Of course, as the name implies, this drishti is also used in upwards gaze- poses like warrior 1 or advanced versions of tree. However, I have found that simply looking at an object on the ceiling of your studio, or a leaf on the tree in the park, does not meet the definition of this particular gaze. Landing on an object does not have the same impact on the practice as“looking into space,” and that is the essence of this drishti for me.

The benefits of this one are numerous. Once again, used in tree pose, it immediately puts one back in the beginners seat- where we can always benefit from hanging out for a while. It’s worth tripping and falling and flailing 10 or 100 times to really nail gazing into space upwards in tree pose and keeping one’s balance. It’s incredibly liberating, and adds to all the muscular benefits derived from balance such as knee and ankle strength. Soccor players do this one to keep from getting injured. Plus, if you master it a little at home each day for 15 minutes, you can show off at the studio the next time you go, since few people tend to be able to look up and balance.

I also highly recommend this gaze to advanced students in mirrored yoga practices. I have certainly used the mirrors in Bikram and Moksha/Modo studios to greatly enhance my pose techniques. But my mind also uses the mirror to be self- absorbed. It’s that self-eye connection that warrants being cautious about. I have to remember that the mirror in Western cultures means the place where we check our make-up, abs, or hair before going out. Some of us stare longingly like Narcissus into our own reflections as we get better and better at the poses. But the flip side is that some more unfortunate students- people with body dysmorphia conditions for example, associate mirrors with feeling bad about themselves. It is there, in that precise location, that urdva drishti can come to the rescue. Use it in chair. Practice it in warrir1 and 2. Even at your local Moksha studio.

Urdva eye technique also produces a similar feeling to hastagre. I feel like I am in my own peaceful little world- and I am. The eyes love it, too, while they relax, and the constant need to “identify objects” in one’s surroundings dissipates. This drishti also influences the self to take a noteable backseat to my practice. It adds an extra bit of divinity to the work. It’s a bit blissful in that way.

The final eye-gaze I will discuss is bhrumadhye, or “third-eye- point- gaze.” This technique is often done with eyes closed. I then look upwards by about 15 degrees- into the spot in the head behind the middle of the eyebrows. Its simpler than all that sounds: just close the eyes and look slightly up.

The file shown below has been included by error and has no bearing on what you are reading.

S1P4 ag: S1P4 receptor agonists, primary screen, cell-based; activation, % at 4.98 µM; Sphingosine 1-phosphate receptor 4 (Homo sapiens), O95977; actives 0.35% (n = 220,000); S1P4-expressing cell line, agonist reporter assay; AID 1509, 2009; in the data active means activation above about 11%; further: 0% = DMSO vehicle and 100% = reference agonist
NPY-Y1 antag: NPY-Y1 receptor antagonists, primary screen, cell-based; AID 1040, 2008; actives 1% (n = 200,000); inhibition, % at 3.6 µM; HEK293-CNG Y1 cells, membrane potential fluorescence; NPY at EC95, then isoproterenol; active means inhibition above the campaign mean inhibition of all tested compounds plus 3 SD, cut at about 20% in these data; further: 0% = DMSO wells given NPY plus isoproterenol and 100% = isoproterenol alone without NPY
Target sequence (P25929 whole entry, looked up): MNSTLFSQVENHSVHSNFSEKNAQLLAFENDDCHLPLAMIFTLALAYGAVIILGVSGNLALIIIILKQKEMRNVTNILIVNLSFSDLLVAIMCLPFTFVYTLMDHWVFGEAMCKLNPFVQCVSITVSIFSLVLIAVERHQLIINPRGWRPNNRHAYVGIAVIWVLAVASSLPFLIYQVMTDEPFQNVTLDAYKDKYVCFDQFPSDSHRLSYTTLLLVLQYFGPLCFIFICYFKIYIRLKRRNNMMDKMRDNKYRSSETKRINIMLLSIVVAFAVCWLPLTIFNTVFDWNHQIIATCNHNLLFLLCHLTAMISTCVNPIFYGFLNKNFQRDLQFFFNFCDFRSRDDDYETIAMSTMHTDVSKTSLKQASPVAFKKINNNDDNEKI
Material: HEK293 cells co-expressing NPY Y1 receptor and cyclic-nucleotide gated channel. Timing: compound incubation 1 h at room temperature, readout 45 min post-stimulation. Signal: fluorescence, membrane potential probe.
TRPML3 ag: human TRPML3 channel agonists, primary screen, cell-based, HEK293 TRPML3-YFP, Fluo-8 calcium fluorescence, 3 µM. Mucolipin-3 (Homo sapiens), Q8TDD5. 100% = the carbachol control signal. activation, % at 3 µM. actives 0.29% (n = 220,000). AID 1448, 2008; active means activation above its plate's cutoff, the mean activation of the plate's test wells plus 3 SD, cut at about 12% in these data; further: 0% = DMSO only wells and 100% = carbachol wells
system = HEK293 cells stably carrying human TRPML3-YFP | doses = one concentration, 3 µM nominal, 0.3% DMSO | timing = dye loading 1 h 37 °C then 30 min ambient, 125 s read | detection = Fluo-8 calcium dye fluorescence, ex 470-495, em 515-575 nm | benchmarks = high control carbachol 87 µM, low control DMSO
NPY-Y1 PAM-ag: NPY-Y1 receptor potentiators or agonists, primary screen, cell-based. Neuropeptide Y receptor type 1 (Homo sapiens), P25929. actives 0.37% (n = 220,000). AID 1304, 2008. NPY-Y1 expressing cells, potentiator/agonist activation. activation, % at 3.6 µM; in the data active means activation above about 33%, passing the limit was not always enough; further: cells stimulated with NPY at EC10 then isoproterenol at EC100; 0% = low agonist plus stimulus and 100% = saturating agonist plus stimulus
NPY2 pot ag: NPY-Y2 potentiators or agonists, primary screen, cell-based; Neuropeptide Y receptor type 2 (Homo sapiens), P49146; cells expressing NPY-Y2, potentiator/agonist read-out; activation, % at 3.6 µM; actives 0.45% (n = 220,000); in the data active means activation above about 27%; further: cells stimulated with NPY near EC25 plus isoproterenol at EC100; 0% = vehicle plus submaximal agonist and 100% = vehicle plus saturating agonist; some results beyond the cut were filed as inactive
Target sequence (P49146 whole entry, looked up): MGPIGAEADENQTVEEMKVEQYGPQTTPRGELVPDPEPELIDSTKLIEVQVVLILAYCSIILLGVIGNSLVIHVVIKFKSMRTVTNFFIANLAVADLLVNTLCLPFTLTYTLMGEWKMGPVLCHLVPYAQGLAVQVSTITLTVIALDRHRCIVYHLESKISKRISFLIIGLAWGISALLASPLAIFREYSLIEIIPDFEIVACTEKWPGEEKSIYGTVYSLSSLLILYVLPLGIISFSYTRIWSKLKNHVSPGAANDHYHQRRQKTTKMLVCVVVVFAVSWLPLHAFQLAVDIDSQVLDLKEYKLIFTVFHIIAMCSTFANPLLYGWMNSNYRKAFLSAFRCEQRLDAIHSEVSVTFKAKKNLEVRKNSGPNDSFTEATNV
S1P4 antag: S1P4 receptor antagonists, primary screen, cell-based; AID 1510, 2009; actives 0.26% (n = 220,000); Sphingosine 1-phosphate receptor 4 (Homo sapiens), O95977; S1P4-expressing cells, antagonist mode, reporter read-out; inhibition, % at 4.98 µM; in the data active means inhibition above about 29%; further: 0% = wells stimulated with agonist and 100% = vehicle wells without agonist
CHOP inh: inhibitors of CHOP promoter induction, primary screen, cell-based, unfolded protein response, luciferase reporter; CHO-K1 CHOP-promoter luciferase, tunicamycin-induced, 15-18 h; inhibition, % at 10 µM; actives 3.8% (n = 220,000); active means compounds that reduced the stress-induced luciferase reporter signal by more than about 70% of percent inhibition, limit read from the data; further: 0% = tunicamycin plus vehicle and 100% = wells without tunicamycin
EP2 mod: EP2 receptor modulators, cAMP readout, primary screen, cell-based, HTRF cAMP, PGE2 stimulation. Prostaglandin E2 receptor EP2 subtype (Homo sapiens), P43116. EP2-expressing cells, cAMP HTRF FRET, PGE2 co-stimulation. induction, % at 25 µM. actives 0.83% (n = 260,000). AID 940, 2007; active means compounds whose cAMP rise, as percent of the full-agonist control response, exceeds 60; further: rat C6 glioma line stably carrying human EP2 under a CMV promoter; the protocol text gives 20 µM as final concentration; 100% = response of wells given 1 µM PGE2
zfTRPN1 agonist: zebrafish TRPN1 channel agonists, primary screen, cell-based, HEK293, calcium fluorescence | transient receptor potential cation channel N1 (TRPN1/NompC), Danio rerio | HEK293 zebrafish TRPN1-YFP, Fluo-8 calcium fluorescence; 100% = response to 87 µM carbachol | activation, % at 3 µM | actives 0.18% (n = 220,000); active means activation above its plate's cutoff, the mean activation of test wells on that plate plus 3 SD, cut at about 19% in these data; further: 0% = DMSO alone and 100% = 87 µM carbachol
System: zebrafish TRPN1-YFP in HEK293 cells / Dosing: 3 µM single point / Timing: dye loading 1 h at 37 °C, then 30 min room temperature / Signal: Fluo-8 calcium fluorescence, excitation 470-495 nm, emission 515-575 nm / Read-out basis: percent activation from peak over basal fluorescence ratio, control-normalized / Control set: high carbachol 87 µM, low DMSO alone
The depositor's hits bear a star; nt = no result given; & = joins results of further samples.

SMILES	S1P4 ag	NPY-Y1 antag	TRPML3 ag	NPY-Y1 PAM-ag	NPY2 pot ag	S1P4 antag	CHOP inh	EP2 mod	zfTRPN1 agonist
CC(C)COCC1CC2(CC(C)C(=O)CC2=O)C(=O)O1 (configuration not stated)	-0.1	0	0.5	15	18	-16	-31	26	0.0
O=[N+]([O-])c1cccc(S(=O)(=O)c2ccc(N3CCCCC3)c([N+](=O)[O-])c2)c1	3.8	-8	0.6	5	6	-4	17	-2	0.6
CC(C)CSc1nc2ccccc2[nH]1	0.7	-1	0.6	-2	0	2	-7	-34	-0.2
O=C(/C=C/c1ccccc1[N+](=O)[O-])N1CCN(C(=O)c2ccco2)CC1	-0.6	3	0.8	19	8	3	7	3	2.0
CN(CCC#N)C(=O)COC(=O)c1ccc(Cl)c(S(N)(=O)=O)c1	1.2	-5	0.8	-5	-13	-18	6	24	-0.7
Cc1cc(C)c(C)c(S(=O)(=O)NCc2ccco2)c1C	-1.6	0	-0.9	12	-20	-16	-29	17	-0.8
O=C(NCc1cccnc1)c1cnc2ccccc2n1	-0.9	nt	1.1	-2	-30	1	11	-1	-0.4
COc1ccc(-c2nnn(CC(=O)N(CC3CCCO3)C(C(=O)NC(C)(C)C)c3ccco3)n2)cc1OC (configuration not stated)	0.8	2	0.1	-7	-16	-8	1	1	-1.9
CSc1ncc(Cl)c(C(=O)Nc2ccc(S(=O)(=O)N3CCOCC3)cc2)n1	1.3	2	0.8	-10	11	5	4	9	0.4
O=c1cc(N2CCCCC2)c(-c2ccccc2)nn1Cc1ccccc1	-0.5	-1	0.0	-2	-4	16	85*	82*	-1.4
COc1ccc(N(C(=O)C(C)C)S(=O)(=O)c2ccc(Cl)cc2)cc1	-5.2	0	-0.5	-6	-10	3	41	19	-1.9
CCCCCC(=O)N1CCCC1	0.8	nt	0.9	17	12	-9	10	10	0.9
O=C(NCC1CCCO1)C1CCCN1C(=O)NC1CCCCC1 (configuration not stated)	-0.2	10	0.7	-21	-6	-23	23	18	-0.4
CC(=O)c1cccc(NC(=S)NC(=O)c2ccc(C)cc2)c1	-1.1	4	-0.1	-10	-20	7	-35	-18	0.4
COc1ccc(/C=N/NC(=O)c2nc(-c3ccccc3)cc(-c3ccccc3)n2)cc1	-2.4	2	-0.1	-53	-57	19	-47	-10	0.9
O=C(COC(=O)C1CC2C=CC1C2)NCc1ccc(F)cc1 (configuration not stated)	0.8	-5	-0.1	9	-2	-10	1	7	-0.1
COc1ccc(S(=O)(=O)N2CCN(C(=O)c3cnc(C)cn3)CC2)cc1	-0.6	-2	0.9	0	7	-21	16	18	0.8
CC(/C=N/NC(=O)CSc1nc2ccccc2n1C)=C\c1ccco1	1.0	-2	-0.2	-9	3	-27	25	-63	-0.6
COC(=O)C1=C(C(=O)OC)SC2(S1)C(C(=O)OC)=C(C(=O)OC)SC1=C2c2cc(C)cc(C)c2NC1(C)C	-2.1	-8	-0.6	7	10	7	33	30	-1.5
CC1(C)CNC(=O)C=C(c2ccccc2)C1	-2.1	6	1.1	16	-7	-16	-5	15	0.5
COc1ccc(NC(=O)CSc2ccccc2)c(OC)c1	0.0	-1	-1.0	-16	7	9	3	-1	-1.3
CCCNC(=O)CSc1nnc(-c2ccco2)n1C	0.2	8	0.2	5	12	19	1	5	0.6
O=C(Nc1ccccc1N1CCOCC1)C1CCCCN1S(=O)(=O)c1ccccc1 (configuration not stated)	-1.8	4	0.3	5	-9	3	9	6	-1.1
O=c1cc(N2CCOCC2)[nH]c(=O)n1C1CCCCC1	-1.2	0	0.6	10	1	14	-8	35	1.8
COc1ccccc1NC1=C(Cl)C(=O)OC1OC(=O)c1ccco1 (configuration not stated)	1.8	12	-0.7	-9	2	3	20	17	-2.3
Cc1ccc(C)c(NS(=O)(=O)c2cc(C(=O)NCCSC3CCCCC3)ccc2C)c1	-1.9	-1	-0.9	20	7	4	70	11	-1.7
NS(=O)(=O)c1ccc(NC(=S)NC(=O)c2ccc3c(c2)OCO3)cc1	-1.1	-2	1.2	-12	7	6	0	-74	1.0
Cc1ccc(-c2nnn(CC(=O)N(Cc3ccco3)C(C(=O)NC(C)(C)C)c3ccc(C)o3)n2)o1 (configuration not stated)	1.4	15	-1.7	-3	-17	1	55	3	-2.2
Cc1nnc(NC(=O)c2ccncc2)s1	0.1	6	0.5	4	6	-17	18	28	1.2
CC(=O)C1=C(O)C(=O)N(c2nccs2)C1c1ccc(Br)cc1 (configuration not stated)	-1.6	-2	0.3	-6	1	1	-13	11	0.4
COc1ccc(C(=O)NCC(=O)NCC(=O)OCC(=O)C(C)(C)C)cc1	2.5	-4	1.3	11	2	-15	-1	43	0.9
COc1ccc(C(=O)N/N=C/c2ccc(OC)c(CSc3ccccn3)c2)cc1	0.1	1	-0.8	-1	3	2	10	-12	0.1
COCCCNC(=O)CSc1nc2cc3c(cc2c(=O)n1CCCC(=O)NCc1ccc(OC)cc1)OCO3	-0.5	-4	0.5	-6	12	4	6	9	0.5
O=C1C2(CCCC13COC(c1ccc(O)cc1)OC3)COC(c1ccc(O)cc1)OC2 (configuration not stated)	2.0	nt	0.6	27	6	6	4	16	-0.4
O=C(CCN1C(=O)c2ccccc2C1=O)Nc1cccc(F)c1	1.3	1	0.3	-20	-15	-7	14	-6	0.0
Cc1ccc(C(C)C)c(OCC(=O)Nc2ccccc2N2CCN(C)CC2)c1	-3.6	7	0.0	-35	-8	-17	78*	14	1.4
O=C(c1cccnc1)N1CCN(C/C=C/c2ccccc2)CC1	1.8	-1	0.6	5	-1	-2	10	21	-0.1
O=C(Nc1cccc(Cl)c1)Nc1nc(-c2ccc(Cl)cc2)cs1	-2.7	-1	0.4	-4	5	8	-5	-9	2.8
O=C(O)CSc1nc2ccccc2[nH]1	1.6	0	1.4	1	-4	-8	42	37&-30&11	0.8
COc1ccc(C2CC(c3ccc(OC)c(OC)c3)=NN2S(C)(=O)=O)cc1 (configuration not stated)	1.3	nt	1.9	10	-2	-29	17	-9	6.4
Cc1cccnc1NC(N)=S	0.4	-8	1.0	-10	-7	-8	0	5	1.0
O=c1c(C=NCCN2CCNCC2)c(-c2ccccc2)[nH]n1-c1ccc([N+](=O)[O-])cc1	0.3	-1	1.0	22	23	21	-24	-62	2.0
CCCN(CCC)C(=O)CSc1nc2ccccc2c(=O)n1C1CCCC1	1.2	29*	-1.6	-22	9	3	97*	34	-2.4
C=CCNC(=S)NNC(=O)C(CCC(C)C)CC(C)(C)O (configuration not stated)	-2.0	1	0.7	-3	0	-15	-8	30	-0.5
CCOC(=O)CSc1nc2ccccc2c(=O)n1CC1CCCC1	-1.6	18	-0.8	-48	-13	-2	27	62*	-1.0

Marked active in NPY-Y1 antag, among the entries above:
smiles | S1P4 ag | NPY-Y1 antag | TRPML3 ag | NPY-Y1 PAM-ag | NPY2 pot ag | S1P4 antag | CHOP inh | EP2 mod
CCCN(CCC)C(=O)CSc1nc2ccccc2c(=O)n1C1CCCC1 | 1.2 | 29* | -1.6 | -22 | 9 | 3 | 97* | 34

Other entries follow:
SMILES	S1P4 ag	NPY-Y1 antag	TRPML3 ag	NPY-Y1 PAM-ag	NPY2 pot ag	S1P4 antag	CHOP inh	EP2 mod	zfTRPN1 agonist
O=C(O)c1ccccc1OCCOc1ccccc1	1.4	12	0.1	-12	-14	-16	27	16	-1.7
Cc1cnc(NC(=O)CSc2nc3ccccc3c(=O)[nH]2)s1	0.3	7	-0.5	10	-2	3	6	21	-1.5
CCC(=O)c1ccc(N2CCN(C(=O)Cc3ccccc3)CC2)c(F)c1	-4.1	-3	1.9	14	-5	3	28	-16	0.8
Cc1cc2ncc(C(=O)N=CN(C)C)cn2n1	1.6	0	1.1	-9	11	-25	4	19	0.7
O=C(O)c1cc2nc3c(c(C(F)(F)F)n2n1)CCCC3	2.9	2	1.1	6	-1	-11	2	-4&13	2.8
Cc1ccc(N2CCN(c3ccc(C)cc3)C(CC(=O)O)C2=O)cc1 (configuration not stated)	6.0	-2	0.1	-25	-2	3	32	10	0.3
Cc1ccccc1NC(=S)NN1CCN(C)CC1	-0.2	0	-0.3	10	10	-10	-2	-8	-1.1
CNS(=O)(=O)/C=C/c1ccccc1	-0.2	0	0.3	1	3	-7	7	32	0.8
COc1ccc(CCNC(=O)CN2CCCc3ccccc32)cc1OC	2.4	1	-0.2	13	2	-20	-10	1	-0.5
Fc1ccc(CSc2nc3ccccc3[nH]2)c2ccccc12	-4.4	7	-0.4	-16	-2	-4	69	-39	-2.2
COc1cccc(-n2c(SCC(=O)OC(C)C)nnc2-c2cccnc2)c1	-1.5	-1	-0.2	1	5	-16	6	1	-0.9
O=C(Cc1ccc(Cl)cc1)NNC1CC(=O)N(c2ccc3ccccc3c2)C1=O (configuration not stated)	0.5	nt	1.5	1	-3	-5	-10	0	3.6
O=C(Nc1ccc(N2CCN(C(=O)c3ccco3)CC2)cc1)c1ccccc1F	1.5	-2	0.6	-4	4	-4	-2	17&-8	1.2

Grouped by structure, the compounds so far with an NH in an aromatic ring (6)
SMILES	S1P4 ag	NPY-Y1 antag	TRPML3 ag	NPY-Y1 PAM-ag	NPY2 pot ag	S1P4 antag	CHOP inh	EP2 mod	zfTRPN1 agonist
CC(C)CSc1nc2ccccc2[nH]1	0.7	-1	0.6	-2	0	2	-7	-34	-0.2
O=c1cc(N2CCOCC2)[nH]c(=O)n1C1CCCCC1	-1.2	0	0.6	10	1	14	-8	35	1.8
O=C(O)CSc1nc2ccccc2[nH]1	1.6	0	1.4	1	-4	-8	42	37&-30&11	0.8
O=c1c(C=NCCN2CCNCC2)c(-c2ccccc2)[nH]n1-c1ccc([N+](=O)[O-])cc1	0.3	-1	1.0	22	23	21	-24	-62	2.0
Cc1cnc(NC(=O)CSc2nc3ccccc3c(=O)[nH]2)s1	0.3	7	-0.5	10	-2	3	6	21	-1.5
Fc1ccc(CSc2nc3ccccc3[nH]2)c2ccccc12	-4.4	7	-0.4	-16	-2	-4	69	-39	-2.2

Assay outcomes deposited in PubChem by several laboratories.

This technique can be used in nearly every one of my practices- usually during seated or lying-down meditation. It produces a nice feeling for the eye muscles, and creates the same kind of “container” or small room in which one feels protected and calm. This technique is said to increase intuition, as the point between the eyebrows contains the 6th chakra, and focusing on it evokes it’s talents.

I also use this gaze anytime I feel like it in poses like warrior 1, downward facing dog, or chair pose. It can make my practice immediately more personal, but at the same time a little more ecstatic, and connected to the higher self. It certainly affords the student a break- as do all of these techniques- from the mind’s powerful, distracting and nearly obligatory operation of the visual organs.

By taking the eyes back from the wandering mind, I teach myself daily lessons about the power of yoga to reconnect me. Drishti is a whole realm of discipline that I only recently began to fully incorporate into my asana practice. It produces immediate results, especially towards the work of an inner yoga.


The Invasion

I brought home expensive wine that night before Russia. The first glass stopped halfway to my wife’s mouth, its contents trembling along with her hand. She looked up at me. “What do you mean you’re going?”

“I’m the only one that will do it,” I said.

“So what, that doesn’t mean you should.” Lisa could see it was pointless. I had that look in my eyes, that fire-like addictive substance of fear, obsession and excitement. It was the real reason I did my job. She brought the wine up to her lips, dispatched the entire glass in two gulps, got up from the table without touching her steak and went upstairs to our room. I was going to have to work harder if I wanted to get a little warm and fuzzy with the wife before I left. I finished my dinner and let things cool off for a couple of hours.

She was mad because she was scared. So was I. The reports coming into the States from Europe were from so many credible sources that our paper finally sent someone. I drew the short straw. I was a reporter for the Chicago Sun Times and I was assigned to investigate stories coming from a rural Russian village about something that had crash landed in one of their fields. You may rest assured that none of us- none of the reporters assigned to the event- were very confident we would ever come back alive. There was a sense of dread… even doom. The woman who booked our travel arrangements at the paper was normally really talkative and friendly, but when I picked up my itinerary for this assignment, she wouldn’t even make eye contact. The look of stark pity on her face summed it up.

I remember that Monday morning when I first found out. My voicemail had blown up from nearly every corner in journalism. Yes, my work phone stayed in a drawer on weekends. There was an urgent message from my good friend John in Munich at the US foreign office. I called him back. “What is it?” I asked.